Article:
Fewer price objections
Every business owner dreams of creating a brand that speaks for itself—no more customers haggling over prices or comparing your offerings to a cut-rate competitor. The secret to building this kind of brand is to position that you are the only solution that will work.
And one of the best tools to make that message clear? Reviews. Positive reviews can help you build a strong brand that helps customers see beyond price objections. The stronger the social proof you can offer, the lesser the price will matter. And even for price-conscious customers, positive reviews tilt the scales in your favor.
Learn from customer feedback
As business owners, we often think of reviews as either positive or negative. But oftentimes, customers use them to share constructive ideas that can help grow the business.
A recent study showed that one in five customers left reviews because they had an idea of how to improve the product.
Reviews can be a great way to collect important customer feedback and gain new insights into your business. And as a bonus, positive comments with ideas for improvement are a great indicator that you’re not relying on fake reviews.
Putting it all together, almost every business needs customer reviews. Whether you’re looking to acquire new customers or keep your existing customers happy, they matter.
But asking for reviews manually isn’t always the best way to go.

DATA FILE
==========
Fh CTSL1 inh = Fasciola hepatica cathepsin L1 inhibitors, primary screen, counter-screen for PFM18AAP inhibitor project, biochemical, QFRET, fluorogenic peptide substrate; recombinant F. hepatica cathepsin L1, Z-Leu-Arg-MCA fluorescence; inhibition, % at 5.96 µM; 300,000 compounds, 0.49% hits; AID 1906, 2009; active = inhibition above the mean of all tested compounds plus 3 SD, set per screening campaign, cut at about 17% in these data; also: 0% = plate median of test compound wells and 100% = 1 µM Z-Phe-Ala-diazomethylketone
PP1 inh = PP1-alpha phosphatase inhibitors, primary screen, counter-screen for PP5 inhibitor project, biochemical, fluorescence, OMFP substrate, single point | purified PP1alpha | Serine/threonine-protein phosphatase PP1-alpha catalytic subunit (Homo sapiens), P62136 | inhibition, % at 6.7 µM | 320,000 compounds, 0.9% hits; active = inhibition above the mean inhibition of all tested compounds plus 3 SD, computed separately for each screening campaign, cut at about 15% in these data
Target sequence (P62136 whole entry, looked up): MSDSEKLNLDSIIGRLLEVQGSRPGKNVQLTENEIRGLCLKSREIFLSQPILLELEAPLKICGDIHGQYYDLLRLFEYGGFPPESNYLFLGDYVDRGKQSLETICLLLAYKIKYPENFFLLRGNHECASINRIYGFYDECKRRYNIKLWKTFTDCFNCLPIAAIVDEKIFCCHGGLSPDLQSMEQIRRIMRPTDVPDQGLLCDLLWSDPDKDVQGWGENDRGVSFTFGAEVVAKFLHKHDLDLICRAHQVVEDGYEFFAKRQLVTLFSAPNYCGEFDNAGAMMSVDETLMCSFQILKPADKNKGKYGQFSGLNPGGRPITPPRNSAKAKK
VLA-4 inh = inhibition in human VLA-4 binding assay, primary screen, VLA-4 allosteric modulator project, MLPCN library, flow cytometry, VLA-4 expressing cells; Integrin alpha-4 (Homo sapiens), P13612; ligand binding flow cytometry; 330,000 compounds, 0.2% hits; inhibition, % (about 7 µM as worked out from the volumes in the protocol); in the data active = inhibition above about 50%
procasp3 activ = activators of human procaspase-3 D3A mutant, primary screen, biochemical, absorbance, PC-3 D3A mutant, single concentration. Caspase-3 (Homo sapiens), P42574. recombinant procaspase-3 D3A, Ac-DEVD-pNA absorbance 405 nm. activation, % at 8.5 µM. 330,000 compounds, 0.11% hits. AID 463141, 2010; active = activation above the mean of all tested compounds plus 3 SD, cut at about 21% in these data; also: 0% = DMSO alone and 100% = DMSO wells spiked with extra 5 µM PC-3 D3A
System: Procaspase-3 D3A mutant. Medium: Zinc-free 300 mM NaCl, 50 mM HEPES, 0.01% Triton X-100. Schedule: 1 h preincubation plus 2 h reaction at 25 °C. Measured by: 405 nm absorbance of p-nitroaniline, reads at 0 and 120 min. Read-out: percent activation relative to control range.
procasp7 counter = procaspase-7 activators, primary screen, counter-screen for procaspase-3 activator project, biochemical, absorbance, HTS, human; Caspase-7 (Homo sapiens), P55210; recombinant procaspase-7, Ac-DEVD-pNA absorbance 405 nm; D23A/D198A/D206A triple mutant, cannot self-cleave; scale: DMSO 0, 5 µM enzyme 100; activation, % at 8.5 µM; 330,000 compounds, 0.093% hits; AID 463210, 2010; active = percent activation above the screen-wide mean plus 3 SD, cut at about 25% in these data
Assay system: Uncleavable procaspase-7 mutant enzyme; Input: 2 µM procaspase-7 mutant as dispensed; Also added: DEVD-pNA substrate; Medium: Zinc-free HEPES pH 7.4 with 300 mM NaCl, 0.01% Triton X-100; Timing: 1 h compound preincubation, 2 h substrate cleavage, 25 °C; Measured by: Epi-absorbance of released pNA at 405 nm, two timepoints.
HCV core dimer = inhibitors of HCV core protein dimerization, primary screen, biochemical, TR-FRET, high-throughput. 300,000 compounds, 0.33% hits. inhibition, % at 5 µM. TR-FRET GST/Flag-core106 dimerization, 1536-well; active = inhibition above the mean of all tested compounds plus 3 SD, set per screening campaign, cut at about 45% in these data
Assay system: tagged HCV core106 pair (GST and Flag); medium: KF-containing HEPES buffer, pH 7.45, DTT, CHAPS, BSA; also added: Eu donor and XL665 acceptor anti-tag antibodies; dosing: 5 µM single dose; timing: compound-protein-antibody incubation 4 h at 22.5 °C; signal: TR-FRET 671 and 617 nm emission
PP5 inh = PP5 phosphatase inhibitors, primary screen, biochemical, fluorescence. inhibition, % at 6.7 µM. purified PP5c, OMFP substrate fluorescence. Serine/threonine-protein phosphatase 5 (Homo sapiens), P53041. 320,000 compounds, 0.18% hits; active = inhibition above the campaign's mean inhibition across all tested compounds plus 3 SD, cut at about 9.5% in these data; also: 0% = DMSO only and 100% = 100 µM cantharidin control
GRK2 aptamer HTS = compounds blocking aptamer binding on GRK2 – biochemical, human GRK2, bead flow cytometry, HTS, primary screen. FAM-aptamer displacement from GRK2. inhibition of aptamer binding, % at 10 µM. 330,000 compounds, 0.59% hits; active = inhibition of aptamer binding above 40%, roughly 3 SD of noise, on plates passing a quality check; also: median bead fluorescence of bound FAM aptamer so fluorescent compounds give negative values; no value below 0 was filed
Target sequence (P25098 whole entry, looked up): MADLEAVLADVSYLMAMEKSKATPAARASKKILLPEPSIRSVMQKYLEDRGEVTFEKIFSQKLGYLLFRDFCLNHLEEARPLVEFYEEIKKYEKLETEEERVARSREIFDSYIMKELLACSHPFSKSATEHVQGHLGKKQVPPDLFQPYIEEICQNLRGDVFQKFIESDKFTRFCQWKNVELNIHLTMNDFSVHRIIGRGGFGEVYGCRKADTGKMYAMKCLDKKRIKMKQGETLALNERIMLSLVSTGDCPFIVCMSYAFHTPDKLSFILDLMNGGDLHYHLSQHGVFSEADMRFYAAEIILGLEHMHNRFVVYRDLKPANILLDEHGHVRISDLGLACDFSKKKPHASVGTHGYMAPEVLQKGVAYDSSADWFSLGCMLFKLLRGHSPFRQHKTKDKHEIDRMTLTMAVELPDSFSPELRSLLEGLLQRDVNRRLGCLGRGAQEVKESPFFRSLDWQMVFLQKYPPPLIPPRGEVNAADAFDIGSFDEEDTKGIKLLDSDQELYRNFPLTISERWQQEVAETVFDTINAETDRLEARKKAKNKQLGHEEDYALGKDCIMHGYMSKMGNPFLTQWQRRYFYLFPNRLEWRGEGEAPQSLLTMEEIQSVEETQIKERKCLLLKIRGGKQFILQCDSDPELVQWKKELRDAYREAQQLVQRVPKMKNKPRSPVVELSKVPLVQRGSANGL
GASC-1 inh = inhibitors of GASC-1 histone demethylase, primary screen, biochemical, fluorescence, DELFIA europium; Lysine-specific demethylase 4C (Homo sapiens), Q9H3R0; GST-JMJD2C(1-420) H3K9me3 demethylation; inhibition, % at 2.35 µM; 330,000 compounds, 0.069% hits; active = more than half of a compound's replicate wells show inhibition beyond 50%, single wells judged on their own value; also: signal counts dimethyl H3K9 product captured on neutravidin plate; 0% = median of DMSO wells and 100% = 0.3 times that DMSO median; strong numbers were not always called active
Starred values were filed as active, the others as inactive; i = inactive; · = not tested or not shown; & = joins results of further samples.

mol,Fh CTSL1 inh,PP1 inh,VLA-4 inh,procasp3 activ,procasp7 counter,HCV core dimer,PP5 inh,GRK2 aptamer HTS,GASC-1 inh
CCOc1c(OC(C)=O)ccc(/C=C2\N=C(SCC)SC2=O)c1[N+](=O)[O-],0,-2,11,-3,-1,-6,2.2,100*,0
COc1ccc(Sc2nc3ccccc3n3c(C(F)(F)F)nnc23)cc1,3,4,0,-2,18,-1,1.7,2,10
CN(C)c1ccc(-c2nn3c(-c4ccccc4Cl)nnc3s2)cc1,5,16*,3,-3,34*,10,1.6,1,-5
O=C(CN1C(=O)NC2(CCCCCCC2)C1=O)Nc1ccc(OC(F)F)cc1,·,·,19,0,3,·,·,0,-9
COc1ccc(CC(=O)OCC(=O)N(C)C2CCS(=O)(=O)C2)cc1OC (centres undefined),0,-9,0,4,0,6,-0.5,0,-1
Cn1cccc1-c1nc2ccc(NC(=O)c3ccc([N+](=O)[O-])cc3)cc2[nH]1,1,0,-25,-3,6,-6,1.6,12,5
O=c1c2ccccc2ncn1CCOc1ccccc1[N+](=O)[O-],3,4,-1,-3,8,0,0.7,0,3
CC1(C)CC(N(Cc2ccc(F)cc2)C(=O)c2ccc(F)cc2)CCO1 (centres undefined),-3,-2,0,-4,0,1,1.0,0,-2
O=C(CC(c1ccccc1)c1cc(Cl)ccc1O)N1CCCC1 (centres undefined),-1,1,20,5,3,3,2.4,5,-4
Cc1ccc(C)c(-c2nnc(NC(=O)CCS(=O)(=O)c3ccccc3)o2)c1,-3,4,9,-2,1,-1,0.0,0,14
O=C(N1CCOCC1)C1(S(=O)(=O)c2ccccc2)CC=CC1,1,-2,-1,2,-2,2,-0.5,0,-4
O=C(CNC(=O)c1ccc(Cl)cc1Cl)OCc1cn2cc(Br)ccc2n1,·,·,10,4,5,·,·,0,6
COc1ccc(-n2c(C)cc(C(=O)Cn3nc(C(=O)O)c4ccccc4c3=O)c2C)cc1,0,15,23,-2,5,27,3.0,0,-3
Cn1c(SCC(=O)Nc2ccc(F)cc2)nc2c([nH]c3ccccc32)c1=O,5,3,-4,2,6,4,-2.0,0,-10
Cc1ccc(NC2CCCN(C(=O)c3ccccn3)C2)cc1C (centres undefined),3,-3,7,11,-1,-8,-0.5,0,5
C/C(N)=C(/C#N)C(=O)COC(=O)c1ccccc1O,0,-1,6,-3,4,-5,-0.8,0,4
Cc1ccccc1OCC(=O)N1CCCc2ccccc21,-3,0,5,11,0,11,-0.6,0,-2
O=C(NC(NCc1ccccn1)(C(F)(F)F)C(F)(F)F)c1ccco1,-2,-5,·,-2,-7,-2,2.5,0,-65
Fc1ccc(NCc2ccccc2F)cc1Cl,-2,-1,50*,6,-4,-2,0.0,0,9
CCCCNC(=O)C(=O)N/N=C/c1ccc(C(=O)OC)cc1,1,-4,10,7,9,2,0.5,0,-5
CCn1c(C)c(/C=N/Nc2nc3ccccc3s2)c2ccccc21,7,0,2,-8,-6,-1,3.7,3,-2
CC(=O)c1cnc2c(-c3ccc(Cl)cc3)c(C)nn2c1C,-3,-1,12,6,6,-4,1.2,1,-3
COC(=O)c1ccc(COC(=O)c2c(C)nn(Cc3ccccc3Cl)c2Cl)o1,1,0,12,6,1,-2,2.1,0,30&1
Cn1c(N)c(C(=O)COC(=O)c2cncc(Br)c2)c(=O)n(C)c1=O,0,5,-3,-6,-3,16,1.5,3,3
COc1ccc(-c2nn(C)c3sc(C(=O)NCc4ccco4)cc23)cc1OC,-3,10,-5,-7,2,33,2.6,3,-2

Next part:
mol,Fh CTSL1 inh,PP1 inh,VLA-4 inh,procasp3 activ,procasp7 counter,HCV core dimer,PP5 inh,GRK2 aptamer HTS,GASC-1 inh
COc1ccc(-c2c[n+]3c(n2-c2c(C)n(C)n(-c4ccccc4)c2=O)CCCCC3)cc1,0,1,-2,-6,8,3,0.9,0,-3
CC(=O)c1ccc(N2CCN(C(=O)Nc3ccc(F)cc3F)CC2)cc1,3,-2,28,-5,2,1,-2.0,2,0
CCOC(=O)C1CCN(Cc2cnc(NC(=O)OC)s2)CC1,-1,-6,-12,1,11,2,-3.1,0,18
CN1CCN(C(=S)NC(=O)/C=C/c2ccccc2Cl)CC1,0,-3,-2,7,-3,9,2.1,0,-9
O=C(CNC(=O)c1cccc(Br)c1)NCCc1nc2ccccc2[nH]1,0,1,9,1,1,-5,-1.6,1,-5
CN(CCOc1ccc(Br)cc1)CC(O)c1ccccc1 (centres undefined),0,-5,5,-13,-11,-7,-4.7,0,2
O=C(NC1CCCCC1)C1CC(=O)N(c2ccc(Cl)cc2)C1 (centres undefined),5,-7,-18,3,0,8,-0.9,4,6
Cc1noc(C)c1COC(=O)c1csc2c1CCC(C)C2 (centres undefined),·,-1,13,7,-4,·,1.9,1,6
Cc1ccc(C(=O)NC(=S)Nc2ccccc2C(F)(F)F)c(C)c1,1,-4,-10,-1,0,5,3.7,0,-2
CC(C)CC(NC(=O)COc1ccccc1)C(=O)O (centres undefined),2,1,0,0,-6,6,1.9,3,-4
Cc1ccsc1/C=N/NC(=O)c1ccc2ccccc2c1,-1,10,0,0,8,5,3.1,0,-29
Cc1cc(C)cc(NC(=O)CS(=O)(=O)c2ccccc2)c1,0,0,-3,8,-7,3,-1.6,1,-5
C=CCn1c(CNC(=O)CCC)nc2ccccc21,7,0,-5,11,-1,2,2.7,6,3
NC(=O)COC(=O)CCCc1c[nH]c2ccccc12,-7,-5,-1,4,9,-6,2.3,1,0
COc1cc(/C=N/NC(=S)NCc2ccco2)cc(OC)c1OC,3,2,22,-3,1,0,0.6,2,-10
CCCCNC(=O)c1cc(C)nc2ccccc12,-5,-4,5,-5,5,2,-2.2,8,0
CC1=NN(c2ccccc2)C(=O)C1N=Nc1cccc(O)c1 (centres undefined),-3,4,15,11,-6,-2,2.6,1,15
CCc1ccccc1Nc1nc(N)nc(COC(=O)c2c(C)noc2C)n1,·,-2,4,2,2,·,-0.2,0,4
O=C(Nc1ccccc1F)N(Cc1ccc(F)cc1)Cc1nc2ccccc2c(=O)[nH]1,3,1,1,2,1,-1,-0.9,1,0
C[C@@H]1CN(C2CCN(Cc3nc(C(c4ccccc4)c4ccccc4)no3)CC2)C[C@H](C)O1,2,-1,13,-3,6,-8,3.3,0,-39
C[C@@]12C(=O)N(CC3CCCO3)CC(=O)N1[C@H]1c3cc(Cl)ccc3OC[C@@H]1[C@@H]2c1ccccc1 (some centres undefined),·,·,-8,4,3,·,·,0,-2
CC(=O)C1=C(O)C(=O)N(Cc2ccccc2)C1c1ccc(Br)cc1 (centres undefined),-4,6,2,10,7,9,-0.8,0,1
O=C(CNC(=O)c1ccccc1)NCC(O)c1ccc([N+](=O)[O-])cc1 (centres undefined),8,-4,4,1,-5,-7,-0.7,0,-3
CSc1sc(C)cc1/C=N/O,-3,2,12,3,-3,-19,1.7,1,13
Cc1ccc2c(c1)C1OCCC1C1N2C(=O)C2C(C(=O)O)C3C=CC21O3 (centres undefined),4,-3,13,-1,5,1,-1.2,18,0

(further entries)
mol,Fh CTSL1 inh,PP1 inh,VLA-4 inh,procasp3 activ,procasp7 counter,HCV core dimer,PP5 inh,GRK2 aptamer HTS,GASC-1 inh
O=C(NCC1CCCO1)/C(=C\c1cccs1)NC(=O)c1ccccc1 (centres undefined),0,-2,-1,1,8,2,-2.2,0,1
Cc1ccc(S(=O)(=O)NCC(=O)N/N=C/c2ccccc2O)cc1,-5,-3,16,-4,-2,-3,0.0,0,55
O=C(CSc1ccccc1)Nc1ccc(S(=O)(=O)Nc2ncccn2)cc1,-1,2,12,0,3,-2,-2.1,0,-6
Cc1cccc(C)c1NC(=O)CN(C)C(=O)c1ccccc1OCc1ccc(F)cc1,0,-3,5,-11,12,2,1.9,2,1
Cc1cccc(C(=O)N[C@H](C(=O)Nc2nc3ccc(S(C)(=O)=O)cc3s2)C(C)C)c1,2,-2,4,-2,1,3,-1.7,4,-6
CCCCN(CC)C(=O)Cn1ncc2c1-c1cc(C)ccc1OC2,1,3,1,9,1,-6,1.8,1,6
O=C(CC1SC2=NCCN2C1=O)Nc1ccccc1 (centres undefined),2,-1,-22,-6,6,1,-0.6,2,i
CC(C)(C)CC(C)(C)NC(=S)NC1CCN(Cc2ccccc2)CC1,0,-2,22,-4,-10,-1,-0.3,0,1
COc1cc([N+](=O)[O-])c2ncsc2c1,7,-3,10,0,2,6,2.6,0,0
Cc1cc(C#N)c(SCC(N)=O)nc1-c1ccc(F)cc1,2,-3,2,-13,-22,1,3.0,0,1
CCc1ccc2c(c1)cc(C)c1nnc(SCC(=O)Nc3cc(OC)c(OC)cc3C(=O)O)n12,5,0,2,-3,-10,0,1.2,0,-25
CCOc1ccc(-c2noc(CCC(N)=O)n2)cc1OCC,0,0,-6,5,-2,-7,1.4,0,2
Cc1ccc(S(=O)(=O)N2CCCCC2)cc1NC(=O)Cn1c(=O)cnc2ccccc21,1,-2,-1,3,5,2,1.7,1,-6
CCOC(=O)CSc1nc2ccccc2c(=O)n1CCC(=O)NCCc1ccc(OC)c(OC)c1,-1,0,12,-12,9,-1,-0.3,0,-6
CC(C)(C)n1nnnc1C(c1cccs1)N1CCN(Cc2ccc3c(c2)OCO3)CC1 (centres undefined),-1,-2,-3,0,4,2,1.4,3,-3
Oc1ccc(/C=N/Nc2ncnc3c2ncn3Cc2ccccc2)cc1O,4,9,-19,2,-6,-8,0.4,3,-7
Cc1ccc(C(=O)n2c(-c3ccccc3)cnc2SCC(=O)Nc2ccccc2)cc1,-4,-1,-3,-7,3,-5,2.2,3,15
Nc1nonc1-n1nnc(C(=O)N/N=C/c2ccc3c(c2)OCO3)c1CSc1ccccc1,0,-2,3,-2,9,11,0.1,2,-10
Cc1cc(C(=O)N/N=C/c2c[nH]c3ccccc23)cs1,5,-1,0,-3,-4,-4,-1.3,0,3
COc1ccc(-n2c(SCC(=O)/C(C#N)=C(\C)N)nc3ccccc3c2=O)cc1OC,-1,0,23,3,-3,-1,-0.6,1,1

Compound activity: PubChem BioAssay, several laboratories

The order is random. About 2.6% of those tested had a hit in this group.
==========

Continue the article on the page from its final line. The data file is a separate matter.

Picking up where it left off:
How to automate customer reviews
While reviews can transform your business, it takes time to collect them.
You’ll need to contact each customer at the optimal time, filter out unhappy customers, ask for a review, and send occasional reminders to those who forget.
Thankfully, you can use automation to handle the process. There are several benefits to automating customer reviews:
- Less work. Instead of spending hours on manual outreach, review automation can contact customers and send follow-ups while you work on other priorities.
- Better timing. Your team would struggle to send emails at the perfect time to every customer, but marketing automation can make it easy—ensuring you get more responses and more positive reviews.
- More reviews. You might miss someone, but an automated system will reach out to all buyers. That means more engagement and more reviews.
- Improved consistency. You can measure automated processes over time and improve them to get better results.
Here’s how to get started.
Create a workflow that works for you